The exotic and the familiar (Part 4)

Continued from Part 3.

Before we examine the merits that made our three breakthrough fantasies break through, I hope you will permit me a Historical Digression:

As luck or providence would have it, the other night I saw, for the first time, Tim Burton’s magnificently lurid production of Sweeney Todd: The Demon Barber of Fleet Street. That tale has been around, in various forms, for nearly two hundred years; it is one of the hardy perennials of horror fiction – far older than Dracula, almost as old as Frankenstein, almost exactly contemporary with the short stories of Edgar Allan Poe.

Mr. Todd first appeared in 1846, in a story called The String of Pearls, by James Malcolm Rymer and Thomas Peckett Priest – who, for that achievement alone, deserve to be ranked in the first class of Victorian novelists, but never are. For, alas, The String of Pearls was a penny dreadful. That is a term, or insult, that may need a bit of explanation for the benefit of the modern reader.

Every so often, the business of literature is turned topsy-turvy by some new technological development, and the previously unchallenged assumptions of the Grand Old Men of the business are blown to atoms and scattered widely over the waste regions of the cosmos.

[Read more…]

Happy New Year

But in Gondor the New Year will always now begin upon the twenty-fifth of March when Sauron fell.

—J. R. R. Tolkien, The Return of the King

Catholic tradition holds, on reasonably secure grounds, that Jesus was crucified on the twenty-fifth of March; which makes it the feast day of St. Dismas. That is the name assigned by tradition to the robber who was crucified with him, to whom he said, ‘Truly I say to you, today you will be with me in paradise.’ By a happy coincidence, I am writing this in a year when Good Friday falls on March 25: a rare event.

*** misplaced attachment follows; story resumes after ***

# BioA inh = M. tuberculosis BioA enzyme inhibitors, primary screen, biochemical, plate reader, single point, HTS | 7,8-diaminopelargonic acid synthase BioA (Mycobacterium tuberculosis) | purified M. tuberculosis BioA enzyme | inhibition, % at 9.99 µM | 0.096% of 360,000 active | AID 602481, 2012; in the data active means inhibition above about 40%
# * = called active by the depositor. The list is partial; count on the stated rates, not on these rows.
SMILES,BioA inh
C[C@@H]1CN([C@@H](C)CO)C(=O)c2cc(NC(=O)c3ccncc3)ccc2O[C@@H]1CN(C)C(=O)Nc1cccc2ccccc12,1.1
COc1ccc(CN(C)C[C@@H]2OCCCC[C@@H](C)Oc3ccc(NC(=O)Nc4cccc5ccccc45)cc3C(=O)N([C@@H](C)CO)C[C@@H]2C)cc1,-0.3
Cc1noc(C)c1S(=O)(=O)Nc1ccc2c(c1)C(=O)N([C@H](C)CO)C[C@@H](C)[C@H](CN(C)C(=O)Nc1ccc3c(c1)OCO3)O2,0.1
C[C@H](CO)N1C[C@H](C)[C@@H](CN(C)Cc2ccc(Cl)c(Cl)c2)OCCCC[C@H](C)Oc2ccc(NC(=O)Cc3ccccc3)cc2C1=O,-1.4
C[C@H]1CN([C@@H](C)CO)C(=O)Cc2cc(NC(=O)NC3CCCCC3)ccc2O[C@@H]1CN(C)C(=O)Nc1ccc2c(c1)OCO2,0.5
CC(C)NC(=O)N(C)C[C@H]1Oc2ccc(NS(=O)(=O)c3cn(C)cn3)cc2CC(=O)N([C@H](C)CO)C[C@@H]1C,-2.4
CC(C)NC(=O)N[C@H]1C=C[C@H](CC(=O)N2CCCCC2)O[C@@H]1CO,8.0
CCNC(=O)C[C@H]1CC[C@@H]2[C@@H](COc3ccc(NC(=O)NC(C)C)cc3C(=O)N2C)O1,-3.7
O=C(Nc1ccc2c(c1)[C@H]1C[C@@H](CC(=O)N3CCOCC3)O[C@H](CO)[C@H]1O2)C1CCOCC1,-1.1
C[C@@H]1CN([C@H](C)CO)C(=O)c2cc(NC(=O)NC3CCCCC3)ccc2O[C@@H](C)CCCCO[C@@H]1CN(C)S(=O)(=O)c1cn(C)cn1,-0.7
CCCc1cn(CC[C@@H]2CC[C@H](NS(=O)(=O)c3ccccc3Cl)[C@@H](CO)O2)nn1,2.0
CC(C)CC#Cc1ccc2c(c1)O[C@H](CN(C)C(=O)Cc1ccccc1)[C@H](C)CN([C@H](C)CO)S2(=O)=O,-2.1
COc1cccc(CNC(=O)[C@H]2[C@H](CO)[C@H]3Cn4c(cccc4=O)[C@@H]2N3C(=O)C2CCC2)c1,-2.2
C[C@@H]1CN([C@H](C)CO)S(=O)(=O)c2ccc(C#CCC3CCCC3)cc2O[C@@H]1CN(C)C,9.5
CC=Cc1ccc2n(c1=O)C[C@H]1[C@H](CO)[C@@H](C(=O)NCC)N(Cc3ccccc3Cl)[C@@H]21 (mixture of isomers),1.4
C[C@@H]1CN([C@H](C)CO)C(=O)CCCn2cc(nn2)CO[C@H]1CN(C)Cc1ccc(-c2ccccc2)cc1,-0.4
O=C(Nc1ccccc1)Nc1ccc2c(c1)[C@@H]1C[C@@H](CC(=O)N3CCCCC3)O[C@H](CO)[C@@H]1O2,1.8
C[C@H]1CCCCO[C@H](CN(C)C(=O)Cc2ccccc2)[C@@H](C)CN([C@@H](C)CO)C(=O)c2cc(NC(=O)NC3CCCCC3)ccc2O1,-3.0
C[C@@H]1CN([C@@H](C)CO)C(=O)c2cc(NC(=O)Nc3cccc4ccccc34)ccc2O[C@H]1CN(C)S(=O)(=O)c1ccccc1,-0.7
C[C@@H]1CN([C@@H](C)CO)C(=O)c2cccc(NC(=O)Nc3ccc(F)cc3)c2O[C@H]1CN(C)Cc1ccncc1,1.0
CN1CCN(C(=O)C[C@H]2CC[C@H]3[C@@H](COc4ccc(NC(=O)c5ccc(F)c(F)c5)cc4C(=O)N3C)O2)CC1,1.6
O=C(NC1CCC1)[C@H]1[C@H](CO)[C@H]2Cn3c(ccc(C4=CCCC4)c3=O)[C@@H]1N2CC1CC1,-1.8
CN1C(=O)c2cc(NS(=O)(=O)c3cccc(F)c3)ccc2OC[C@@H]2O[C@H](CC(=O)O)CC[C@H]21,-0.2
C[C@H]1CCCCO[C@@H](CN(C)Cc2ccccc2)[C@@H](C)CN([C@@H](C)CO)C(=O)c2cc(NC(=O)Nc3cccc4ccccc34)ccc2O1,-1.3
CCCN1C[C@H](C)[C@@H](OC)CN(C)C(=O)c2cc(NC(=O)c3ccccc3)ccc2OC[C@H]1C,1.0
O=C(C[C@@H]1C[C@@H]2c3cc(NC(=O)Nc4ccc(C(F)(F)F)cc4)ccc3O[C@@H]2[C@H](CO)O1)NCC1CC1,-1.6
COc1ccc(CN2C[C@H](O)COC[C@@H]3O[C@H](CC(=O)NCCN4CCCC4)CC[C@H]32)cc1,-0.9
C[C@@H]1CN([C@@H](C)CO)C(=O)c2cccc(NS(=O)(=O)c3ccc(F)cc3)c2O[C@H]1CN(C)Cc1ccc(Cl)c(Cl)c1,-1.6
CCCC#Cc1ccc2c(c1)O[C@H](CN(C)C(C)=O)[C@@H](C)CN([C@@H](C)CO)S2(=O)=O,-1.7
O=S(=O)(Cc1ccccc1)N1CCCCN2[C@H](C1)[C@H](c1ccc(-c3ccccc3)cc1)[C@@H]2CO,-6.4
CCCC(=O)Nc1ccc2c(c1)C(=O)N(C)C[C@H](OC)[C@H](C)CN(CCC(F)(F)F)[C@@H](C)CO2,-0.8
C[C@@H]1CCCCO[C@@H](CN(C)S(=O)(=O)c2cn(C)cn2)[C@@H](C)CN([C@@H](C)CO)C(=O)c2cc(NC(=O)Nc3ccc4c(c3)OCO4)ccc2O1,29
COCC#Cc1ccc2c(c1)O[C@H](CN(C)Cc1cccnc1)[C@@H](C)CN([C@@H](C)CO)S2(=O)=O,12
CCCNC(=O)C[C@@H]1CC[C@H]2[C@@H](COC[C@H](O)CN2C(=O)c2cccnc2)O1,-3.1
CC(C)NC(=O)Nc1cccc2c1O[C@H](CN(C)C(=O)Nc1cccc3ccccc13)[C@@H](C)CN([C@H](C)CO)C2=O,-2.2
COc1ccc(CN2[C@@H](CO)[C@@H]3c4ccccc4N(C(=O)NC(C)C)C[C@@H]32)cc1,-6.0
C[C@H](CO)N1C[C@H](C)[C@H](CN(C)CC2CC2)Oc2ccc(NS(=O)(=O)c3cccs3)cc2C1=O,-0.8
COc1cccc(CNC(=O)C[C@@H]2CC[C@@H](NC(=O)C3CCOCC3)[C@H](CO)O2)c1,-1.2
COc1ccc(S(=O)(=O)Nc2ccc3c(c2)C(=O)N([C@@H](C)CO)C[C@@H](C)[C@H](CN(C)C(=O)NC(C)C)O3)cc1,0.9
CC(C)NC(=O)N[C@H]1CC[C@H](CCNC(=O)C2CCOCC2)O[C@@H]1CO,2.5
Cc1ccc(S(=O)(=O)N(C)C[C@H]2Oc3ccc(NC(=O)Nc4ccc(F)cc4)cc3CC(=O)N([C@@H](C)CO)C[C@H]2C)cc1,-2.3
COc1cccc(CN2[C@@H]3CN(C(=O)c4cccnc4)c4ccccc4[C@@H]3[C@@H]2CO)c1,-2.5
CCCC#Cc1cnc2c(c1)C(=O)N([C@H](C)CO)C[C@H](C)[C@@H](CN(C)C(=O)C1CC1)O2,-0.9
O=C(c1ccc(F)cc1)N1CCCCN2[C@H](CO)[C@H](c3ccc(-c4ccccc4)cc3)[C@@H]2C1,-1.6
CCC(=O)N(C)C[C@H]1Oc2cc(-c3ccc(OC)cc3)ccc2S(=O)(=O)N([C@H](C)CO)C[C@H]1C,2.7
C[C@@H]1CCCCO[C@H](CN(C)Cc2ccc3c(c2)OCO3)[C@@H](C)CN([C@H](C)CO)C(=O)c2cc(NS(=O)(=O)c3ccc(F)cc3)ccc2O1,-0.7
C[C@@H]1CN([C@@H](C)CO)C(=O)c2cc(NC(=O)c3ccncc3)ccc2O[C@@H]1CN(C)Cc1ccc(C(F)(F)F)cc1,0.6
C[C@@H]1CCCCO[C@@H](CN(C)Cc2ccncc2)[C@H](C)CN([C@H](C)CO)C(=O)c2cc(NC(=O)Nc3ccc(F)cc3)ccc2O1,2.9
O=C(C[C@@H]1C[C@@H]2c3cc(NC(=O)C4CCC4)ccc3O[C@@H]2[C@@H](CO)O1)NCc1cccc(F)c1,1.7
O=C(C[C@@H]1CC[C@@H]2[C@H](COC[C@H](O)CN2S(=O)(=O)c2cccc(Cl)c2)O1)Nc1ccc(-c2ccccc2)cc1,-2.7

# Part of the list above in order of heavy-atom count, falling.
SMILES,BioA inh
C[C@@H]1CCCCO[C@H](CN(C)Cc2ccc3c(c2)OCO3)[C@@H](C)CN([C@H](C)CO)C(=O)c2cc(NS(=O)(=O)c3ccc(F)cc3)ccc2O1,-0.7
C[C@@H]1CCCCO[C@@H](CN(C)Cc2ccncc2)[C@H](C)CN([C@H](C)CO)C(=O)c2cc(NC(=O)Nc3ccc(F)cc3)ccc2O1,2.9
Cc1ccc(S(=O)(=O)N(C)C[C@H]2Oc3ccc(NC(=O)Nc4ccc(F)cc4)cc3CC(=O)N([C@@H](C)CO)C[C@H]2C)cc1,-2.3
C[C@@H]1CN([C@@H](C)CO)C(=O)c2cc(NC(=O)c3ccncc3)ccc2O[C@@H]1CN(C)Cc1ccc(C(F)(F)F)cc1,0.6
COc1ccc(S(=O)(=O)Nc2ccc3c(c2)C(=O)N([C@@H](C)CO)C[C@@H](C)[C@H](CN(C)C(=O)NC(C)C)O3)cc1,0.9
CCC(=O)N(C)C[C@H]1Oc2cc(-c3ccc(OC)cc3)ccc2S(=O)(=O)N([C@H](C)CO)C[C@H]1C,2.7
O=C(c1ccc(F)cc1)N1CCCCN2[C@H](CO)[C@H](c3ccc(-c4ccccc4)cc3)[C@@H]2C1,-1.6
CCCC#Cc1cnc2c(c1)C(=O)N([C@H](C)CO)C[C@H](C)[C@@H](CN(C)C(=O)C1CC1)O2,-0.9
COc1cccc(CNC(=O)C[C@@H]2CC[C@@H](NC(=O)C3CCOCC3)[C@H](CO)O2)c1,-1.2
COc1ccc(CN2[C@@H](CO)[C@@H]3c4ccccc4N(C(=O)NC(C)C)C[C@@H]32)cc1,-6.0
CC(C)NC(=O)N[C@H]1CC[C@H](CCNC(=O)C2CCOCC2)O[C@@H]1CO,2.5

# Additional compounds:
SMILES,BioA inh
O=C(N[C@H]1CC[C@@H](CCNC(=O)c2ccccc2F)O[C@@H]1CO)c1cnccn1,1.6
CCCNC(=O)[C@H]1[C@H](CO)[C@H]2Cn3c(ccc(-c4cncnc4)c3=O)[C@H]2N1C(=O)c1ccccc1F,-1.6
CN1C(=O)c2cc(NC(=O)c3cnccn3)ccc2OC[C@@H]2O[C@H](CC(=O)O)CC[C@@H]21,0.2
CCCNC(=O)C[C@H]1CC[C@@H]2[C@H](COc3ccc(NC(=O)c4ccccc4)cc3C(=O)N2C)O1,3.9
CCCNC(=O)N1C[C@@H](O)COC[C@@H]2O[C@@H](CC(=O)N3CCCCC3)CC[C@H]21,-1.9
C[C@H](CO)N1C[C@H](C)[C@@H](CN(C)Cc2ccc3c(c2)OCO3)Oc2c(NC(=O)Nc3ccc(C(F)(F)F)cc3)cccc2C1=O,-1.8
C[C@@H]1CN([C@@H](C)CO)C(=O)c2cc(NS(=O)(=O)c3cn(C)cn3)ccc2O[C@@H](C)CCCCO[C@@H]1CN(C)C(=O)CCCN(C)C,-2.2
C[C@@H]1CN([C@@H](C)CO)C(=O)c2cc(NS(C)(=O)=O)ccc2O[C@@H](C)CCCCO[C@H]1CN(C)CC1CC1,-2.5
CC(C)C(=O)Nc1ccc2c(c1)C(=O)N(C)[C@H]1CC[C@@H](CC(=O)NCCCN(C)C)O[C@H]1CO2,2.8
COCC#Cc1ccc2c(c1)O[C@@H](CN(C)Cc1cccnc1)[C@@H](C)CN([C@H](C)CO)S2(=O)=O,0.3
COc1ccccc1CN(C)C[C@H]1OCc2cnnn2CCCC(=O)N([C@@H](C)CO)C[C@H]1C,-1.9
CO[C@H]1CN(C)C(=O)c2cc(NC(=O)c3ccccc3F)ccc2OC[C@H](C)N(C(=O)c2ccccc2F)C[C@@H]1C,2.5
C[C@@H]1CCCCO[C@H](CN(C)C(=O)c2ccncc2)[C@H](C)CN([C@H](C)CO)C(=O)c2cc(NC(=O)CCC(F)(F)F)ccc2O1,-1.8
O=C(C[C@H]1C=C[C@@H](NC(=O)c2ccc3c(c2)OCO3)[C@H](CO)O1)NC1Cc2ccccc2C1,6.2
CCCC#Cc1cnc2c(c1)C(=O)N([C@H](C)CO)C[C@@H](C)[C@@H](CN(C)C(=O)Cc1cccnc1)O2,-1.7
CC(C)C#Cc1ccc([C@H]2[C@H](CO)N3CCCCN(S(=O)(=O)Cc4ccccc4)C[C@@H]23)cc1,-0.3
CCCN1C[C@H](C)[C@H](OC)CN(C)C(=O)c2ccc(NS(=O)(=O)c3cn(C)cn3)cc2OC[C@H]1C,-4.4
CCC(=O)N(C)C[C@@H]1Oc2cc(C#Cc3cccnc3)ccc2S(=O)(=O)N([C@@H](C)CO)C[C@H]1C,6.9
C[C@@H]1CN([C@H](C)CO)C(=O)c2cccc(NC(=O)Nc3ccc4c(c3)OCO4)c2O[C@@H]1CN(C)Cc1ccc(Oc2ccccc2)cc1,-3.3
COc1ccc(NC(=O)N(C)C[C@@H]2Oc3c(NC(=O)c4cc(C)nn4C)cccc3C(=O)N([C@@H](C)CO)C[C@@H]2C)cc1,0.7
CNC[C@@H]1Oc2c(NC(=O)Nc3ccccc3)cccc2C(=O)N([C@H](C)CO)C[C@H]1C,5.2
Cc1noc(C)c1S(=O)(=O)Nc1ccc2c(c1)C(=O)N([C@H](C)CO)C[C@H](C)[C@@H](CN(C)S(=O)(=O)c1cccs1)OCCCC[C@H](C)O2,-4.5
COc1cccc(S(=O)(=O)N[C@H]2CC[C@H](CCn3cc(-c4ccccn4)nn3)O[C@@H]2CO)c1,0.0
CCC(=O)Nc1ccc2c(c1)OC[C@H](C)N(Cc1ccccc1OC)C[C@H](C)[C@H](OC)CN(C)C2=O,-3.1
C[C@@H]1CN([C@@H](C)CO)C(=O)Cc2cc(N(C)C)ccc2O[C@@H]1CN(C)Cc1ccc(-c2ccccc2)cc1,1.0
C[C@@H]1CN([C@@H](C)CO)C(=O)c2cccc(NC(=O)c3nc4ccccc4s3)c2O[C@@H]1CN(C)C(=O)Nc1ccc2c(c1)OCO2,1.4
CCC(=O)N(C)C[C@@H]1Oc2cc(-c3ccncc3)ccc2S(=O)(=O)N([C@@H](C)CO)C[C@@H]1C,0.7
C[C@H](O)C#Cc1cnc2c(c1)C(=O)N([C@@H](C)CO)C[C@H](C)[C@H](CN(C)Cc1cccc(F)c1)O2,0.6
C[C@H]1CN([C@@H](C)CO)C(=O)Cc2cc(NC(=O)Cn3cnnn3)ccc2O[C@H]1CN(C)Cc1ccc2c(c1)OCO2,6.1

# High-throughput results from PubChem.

It is also the Feast of the Annunciation. On somewhat less secure, but still reasonable grounds, the Church calculates that Jesus was born on December 25; which means, in round numbers, that he must have been conceived somewhere around March 25, and the angel who broke the news to Mary is therefore thought to have appeared on that date. This fits in with the ancient Jewish tradition that great sages and prophets lived an exact number of years, being born (or conceived) and dying on the same day of the year.

There are more fanciful associations. For instance, some have supposed that Adam and Eve were created on March 25. I ask the skeptical among my 3.6 Loyal Readers to suspend their unbelief momentarily for the sake of a good story. Supposing that there were an Adam and Eve, and that they were created on the same day (which even Genesis does not tell us), they lived long before the invention of fixed calendars; so that even if they knew the exact time of year at which they were born, and told their children, the information could not have been passed on to the authors of the Torah. The language of the Hebrew calendar is too new, the calendar itself too recent, to convey data directly from so remote a source. You could suppose that God gave the information to the author of that passage in Genesis; but then, Genesis does not tell us any exact date either. Even the most enthusiastic and credulous believer, I am afraid, has to surrender this particular story as a pious taradiddle.

In the Middle Ages in Christendom – not everywhere, not always, but certainly in the official records of the Church – March 25 was treated as New Year’s Day in commemoration of these events, real and legendary; with the odd result that March 24, 1066 (to pick a year not quite at random), was almost a year after March 25, 1066. This peculiar system persisted until Pope Gregory XIII reformed the calendar in 1582, bringing it back in step with the seasons, and incidentally moving the New Year back to January 1, the start of the old Roman consular year.